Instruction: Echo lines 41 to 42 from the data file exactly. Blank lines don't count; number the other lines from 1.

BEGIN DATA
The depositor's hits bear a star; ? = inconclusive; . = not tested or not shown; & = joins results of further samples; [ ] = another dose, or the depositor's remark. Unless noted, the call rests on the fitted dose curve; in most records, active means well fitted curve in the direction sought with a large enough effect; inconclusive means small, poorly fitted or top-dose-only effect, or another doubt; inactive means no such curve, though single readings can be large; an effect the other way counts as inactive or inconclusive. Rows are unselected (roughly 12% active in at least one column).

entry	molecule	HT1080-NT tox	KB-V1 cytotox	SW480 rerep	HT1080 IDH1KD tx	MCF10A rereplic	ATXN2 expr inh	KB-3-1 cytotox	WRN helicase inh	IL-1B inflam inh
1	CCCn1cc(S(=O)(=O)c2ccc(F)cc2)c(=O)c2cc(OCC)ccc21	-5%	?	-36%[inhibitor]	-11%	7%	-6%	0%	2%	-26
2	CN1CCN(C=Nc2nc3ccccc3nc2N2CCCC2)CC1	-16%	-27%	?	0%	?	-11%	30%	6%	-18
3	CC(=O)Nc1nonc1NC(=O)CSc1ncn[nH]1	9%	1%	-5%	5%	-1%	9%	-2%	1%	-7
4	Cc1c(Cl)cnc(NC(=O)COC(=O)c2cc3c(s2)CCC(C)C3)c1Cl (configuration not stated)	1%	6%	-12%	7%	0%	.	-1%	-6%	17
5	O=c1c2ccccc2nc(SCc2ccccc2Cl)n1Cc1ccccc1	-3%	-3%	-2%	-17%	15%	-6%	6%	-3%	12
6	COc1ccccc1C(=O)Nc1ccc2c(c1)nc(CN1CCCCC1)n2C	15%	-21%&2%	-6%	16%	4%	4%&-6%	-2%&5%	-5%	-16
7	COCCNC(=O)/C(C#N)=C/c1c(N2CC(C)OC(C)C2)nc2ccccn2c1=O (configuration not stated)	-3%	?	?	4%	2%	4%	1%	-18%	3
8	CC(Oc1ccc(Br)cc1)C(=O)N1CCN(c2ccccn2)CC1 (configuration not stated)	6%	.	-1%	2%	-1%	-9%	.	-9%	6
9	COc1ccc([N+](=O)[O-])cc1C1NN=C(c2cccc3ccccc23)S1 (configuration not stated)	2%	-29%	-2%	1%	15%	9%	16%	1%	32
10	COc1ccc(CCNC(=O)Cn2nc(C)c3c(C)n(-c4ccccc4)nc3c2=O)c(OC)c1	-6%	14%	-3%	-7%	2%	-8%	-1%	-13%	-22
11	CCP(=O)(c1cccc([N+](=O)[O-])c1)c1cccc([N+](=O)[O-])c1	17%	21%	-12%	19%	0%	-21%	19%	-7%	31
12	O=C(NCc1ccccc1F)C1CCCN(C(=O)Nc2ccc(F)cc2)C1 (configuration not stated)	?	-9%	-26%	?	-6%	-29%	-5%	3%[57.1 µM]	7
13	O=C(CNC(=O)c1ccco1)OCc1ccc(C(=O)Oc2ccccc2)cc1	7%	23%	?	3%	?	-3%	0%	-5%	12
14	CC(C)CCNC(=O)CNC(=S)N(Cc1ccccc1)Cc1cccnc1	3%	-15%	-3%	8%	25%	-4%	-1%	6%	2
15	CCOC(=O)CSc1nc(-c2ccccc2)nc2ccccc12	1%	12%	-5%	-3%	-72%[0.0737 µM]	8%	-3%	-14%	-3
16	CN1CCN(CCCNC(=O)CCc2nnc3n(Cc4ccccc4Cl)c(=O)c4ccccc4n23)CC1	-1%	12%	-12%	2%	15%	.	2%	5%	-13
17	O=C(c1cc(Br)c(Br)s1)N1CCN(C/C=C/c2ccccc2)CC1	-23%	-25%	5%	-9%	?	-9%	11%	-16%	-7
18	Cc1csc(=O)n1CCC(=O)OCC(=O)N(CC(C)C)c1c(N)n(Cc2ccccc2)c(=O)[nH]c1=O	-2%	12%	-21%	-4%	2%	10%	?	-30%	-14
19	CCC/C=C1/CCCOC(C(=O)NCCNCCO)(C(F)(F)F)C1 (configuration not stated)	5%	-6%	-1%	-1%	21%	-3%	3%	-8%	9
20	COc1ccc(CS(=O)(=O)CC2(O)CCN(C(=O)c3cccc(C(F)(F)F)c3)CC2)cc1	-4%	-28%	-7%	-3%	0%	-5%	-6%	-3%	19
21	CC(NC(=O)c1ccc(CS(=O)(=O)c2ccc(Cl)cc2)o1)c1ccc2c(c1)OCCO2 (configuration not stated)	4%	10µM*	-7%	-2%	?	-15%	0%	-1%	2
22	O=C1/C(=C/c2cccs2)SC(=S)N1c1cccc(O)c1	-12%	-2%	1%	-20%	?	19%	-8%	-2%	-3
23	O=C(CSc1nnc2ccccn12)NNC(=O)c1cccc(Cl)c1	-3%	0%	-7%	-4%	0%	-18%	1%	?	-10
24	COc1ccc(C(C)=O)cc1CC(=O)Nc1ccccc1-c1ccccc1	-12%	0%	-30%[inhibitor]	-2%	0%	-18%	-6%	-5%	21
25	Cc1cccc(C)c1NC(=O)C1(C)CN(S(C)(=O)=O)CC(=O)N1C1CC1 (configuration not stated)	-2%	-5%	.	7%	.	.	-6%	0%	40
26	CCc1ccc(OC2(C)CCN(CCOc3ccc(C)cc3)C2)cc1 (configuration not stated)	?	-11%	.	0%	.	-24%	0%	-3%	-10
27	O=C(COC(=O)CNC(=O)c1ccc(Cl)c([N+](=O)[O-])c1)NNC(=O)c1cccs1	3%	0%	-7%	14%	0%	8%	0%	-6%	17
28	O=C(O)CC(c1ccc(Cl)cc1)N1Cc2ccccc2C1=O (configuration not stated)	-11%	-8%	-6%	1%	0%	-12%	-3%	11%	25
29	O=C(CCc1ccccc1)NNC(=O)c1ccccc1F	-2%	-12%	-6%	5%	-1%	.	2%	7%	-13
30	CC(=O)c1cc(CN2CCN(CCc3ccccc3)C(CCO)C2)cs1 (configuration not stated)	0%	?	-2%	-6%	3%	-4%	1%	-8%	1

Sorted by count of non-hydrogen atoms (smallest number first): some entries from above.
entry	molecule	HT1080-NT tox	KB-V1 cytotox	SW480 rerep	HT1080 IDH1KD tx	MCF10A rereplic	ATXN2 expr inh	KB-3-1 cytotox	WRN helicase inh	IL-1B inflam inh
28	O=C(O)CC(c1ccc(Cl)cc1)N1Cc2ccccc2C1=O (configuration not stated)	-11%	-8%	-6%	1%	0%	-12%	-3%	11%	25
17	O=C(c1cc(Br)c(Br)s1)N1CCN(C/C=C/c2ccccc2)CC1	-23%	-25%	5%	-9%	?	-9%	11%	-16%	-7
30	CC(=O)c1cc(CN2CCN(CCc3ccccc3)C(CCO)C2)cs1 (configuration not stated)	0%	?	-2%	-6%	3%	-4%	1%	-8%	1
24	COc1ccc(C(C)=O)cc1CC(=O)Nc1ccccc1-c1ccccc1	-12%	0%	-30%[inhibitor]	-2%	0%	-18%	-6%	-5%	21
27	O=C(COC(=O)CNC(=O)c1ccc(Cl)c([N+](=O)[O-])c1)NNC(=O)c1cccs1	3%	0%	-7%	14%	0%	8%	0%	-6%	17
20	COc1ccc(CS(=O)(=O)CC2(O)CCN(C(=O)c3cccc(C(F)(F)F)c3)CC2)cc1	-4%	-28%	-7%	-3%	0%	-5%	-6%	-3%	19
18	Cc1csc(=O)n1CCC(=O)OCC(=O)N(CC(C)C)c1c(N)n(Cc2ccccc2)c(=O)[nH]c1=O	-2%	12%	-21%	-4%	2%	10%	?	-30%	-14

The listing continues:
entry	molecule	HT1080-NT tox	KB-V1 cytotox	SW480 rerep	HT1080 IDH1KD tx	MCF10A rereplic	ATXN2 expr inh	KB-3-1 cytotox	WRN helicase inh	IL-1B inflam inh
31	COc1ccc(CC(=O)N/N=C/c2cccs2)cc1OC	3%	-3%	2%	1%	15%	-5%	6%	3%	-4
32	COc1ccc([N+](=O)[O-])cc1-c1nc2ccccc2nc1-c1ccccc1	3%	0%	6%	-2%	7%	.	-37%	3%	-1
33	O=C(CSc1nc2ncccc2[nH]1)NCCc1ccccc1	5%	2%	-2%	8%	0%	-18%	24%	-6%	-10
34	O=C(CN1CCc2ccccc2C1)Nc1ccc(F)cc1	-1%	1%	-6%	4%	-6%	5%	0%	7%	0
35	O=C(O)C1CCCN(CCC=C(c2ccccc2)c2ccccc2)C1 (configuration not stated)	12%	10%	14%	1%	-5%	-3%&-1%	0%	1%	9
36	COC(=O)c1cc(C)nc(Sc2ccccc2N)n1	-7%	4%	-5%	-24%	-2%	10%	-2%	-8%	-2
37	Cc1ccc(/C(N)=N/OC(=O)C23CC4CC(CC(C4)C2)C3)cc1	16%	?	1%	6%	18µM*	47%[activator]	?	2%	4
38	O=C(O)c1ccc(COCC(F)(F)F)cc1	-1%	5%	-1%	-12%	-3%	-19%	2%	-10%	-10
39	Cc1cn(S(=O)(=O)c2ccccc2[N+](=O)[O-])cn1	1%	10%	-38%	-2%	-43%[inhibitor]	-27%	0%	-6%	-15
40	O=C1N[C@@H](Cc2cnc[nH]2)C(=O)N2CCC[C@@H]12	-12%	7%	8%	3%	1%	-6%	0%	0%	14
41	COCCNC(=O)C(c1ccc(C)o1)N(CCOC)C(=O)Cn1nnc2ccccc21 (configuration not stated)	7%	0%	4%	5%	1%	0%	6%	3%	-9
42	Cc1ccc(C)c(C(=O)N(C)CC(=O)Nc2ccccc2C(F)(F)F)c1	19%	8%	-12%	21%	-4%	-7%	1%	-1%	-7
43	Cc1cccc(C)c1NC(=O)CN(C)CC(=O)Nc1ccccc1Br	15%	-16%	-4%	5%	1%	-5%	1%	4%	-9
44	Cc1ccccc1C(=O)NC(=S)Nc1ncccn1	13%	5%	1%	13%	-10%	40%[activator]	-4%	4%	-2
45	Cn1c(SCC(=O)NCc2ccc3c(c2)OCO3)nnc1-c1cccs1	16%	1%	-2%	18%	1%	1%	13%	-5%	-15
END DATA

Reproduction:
18	Cc1csc(=O)n1CCC(=O)OCC(=O)N(CC(C)C)c1c(N)n(Cc2ccccc2)c(=O)[nH]c1=O	-2%	12%	-21%	-4%	2%	10%	?	-30%	-14

The listing continues: